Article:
Wednesday, April 29, 2009

For Equal Pay Day: Full-Size Paychecks for All

By Linda Meric

National Executive Director

On this Equal Pay Day 2009, 9to5 members from the Midwest to the California coast will distribute 3/4–size cookies and vegan cupcakes to show the persistence of the gap between what women earn and what men earn.

More than four decades after Congress made wage discrimination based on gender illegal, women in the U.S. still earn only 78 cents for every dollar earned by men. That’s a fact based on Census Bureau statistics of all full-time, year-round workers in this country. For women of color, the gap is even wider. African-American women earn only 69 cents for every dollar earned by men, Latinas only 59 cents.

But let’s be clear: women don’t choose to earn less than men. There are several factors at play, including the fact that women are overrepresented in undervalued and underpaid occupations. For instance, women make up 99 percent of the secretaries, 97 percent of the child care workers, 76 percent of the household servants and 72 percent of the restaurant servers.

In addition, too many working women are penalized financially for care-giving because they lack access to policies like paid sick days and family leave insurance. Another factor is the continuing social pressure on young women and girls that dissuades them from considering scientific careers. As an example, 34 percent of all high school aged girls in the US report being advised by a faculty member NOT to take math in their senior year. And finally, there’s straight out gender discrimination. It is a reality that even when working in the same occupation as a man, women earn less!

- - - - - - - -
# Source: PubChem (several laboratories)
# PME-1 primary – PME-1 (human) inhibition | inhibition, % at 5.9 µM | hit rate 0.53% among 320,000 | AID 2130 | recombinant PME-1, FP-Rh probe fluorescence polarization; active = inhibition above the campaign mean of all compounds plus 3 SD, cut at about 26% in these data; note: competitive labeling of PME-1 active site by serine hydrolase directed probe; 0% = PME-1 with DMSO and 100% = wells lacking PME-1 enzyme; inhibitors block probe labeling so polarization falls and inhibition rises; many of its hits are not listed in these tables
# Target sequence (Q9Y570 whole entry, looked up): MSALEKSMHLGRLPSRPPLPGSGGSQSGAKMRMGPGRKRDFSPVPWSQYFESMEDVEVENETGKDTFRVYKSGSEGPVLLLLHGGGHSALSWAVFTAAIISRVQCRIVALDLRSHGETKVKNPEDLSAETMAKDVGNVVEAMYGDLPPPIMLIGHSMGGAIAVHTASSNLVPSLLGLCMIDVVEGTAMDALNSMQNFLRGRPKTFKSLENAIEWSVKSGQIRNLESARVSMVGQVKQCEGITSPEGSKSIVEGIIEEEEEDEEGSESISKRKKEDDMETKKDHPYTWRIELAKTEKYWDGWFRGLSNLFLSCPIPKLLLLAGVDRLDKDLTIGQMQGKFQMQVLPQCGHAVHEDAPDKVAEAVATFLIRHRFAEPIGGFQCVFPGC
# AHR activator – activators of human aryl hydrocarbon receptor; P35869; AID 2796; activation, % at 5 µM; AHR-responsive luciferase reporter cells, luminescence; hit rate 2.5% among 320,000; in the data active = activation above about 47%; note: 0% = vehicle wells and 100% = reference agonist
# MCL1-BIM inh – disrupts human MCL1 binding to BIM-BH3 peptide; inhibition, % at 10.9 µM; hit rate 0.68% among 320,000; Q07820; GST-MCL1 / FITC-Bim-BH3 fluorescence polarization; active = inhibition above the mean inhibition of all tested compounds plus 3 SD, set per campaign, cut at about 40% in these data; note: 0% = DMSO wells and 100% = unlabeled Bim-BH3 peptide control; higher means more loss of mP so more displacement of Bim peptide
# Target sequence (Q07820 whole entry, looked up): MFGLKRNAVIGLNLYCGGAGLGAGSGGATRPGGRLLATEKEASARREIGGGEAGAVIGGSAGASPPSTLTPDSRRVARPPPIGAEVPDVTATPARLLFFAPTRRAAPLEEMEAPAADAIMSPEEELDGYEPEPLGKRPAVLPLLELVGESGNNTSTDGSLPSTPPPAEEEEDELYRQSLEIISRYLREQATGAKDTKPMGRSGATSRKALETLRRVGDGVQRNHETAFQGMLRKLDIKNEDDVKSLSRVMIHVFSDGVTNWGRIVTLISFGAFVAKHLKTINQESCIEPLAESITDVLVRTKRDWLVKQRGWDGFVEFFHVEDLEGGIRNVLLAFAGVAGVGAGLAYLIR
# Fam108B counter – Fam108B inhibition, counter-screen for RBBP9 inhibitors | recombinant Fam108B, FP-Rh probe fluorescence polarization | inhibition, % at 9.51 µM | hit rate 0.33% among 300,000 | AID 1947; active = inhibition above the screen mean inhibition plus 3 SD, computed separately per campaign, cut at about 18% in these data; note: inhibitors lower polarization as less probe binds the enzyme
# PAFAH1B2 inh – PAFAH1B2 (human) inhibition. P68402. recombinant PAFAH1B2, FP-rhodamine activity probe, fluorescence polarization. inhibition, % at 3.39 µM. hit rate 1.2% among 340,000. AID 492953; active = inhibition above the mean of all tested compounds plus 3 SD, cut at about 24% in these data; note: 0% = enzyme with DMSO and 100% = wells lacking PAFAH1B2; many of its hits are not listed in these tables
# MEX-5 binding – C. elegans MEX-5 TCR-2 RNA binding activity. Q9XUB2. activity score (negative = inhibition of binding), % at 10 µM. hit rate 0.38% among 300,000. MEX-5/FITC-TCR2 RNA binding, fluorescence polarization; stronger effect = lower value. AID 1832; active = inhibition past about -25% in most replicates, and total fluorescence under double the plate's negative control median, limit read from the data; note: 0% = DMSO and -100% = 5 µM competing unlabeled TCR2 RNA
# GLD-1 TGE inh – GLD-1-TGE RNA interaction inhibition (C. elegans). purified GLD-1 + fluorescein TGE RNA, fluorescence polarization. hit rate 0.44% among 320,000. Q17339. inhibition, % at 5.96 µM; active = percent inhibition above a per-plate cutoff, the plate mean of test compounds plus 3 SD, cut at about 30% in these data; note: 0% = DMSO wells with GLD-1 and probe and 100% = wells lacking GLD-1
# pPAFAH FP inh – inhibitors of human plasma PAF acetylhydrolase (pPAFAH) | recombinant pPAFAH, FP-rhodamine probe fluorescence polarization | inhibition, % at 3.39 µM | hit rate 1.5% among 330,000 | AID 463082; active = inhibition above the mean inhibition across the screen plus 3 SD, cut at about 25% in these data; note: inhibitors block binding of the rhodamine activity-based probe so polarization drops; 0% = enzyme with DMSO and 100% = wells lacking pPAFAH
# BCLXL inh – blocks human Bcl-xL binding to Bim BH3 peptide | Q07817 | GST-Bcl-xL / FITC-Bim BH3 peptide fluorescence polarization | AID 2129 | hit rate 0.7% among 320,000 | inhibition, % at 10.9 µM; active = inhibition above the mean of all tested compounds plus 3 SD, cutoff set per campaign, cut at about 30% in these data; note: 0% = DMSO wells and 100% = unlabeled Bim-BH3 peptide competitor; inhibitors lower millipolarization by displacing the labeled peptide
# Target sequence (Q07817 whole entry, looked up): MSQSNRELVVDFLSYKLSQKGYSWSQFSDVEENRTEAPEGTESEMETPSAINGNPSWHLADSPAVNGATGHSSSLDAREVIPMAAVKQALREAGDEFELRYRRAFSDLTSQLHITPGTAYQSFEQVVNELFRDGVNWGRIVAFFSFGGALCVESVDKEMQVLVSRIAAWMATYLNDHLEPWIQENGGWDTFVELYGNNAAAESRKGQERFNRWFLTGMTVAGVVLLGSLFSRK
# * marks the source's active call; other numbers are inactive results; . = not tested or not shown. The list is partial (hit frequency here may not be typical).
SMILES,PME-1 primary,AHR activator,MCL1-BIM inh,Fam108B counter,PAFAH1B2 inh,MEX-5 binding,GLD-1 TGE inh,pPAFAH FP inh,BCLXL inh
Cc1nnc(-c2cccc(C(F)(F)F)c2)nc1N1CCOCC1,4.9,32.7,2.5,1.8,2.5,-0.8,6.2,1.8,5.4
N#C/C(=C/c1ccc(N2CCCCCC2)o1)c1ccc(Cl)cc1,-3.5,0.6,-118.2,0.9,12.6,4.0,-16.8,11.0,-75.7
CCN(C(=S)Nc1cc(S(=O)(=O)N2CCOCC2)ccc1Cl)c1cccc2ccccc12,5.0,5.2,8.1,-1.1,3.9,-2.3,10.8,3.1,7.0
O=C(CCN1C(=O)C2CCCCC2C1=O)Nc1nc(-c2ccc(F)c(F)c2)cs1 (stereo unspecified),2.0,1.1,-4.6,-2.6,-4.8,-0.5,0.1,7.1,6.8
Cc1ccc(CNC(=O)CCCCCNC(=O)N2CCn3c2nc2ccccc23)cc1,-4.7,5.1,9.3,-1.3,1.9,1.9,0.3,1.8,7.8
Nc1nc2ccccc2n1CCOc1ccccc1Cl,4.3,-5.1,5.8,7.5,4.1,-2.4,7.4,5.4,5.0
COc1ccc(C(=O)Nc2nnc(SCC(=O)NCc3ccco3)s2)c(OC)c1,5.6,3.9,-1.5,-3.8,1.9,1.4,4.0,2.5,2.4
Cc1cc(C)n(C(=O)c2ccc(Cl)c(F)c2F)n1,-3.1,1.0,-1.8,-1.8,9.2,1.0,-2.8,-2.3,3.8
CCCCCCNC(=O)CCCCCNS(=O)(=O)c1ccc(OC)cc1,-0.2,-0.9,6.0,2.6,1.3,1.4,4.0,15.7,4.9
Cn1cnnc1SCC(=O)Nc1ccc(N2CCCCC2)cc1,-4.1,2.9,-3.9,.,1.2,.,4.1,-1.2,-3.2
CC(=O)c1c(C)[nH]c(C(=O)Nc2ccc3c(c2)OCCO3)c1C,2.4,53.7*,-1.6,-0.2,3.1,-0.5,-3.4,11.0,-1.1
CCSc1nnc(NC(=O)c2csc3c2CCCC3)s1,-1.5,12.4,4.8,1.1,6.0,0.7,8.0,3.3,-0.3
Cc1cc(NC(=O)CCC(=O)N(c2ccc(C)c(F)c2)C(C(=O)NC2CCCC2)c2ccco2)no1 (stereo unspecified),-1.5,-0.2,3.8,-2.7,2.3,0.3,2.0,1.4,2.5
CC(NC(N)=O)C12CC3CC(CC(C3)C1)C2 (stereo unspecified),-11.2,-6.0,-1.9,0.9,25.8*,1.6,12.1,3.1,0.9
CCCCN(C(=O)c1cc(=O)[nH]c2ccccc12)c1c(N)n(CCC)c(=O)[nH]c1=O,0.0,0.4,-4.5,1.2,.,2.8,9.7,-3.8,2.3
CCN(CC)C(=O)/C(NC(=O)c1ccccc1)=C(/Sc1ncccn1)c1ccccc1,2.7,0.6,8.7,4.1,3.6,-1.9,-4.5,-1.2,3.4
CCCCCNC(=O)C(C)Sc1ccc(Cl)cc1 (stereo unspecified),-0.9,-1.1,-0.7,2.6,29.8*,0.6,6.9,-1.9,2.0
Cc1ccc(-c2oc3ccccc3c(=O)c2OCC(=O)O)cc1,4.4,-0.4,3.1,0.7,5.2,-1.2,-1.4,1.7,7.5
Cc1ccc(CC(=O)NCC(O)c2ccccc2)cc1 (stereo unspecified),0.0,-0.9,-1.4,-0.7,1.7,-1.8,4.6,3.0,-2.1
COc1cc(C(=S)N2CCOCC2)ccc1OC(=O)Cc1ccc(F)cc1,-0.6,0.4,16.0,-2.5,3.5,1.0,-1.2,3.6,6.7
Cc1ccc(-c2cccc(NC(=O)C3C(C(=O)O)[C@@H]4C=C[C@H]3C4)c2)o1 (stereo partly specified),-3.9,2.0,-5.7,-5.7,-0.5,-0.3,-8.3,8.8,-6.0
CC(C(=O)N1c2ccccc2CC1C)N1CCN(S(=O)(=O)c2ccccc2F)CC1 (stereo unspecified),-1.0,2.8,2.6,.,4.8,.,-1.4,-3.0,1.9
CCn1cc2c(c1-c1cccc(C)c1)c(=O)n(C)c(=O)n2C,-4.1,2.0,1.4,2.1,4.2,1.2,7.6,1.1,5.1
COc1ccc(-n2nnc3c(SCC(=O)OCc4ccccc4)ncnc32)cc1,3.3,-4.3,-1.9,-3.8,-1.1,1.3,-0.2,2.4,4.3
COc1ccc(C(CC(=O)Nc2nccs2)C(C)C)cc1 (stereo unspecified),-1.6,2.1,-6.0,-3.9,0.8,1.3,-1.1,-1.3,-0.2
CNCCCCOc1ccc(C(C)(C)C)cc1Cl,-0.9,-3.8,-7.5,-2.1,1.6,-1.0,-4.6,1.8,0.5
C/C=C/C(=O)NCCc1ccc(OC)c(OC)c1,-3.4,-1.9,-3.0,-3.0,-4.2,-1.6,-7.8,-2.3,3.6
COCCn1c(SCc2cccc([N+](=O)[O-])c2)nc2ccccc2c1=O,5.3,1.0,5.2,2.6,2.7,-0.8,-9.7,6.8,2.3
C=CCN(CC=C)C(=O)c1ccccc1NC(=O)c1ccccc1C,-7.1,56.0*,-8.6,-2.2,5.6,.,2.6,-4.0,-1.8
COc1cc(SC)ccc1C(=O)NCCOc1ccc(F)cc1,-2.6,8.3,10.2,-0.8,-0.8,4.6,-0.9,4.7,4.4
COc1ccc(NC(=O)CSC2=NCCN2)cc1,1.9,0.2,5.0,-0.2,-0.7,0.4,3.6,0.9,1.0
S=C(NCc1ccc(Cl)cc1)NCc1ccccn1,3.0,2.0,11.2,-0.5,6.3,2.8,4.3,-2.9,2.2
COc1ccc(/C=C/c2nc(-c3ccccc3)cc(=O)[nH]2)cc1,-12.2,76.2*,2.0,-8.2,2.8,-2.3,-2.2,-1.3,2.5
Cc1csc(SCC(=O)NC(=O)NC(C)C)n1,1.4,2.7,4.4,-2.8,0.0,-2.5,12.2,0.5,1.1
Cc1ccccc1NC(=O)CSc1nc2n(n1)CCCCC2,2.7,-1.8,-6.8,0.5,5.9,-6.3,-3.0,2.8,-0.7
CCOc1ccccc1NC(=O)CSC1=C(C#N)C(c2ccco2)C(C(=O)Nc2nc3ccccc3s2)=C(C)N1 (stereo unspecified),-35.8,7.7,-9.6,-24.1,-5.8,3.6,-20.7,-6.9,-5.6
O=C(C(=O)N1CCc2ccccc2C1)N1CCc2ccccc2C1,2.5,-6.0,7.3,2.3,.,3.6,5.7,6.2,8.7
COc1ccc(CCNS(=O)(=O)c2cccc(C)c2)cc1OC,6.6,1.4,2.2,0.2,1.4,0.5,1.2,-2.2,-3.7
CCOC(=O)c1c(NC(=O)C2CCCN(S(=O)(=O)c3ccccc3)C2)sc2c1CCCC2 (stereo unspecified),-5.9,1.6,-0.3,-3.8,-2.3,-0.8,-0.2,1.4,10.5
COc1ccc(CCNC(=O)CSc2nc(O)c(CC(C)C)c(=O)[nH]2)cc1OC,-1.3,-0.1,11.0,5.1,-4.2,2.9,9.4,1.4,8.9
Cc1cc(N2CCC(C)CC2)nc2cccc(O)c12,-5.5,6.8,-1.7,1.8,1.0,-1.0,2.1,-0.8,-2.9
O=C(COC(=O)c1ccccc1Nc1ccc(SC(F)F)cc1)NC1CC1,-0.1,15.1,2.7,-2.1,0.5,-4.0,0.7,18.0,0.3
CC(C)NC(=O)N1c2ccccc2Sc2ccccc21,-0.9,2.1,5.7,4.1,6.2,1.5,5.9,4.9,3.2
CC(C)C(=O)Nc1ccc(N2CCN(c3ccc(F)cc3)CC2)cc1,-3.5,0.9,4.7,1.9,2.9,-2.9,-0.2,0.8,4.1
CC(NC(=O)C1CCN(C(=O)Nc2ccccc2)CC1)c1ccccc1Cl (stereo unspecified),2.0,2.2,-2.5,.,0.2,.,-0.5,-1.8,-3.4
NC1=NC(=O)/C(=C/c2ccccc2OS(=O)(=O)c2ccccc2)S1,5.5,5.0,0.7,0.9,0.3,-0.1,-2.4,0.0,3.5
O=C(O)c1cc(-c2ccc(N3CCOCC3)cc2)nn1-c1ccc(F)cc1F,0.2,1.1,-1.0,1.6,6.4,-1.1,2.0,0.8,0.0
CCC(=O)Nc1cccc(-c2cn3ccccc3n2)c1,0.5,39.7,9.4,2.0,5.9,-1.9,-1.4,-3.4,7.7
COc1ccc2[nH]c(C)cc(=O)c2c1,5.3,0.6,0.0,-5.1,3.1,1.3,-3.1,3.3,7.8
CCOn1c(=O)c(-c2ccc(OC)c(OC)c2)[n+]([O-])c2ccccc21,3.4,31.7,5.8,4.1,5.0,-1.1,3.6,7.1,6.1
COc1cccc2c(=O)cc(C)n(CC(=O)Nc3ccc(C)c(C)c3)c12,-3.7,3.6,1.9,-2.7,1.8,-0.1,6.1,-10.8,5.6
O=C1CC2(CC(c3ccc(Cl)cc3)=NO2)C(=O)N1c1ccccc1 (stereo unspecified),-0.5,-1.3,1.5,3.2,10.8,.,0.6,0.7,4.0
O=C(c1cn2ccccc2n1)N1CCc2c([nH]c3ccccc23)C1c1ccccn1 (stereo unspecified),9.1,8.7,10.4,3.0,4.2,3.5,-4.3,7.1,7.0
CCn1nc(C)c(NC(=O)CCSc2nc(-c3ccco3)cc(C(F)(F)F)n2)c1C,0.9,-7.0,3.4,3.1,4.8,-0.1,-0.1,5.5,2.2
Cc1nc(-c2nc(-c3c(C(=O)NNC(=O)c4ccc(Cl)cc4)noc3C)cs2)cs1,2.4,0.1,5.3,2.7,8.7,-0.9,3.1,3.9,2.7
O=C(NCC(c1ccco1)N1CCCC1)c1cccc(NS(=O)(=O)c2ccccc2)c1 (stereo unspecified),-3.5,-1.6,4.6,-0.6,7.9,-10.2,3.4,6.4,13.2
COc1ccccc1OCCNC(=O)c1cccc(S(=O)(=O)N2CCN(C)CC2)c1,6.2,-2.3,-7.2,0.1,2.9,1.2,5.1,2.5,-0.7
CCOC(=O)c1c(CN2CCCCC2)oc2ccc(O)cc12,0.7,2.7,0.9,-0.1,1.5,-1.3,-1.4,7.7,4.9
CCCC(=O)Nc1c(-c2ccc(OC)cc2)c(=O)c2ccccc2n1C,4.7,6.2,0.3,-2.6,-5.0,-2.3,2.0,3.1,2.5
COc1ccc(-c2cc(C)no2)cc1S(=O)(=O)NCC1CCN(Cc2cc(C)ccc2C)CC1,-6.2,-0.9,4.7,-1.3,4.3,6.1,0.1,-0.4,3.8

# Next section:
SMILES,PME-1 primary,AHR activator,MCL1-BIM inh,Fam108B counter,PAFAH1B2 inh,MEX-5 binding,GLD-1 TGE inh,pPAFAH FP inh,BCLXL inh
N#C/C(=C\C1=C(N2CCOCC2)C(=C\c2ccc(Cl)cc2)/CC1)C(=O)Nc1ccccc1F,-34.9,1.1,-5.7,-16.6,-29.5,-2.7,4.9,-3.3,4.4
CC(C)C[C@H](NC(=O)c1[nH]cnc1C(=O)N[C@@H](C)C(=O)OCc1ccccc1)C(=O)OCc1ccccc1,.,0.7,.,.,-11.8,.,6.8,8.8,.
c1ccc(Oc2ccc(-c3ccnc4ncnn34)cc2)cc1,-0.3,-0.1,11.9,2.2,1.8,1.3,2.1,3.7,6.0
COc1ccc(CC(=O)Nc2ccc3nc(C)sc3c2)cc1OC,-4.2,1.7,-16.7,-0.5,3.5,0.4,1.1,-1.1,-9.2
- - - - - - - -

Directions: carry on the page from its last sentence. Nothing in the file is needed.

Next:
This year, this nation took a small but significant step forward in closing the pay gap. On January 29, President Barack Obama signed into law the Lilly Ledbetter Fair Pay Restoration Act, which reverses the Supreme Court's 5-4 ruling in 2007 (Ledbetter v. Goodyear Tire and Rubber Co.) and restores the ability of victims of ongoing wage discrimination to hold their employers accountable for injustice and challenge the practice in court.

Up next is the Paycheck Fairness Act. In January of this year, a bi-partisan effort helped pass it in the House of Representatives. Now it must be passed in the Senate. It will equip women with the tools to fight gender-based wage discrimination by updating the Equal Pay Act and requiring that employers prove that gender-based pay differences are legitimate. It will make the remedies for wage discrimination as strong as remedies for other types of discrimination and remove the barriers that have kept women from joining together to fight wage discrimination in class action lawsuits.

What else can we do? Let’s work to keep equal opportunity programs in place, so that education, jobs and promotions are open and offered to women. Let’s call on our employers to examine pay practices and correct them if inequities exist. And let’s support work-family policy like paid sick days and family leave insurance so that women aren’t penalized in their paychecks for care-giving responsibilities at home. On Equal Pay Day 2009, let us all resolve to stand-up for ourselves in the workplace and speak out about injustice.

The sad fact is that if the wage gap continues unchecked, women won’t reach pay equity until the year 2057 -- and we can’t afford to wait that long. Let’s close and eliminate the wage gap now:

Full-size cookies, cupcakes – and paychecks -- for all!

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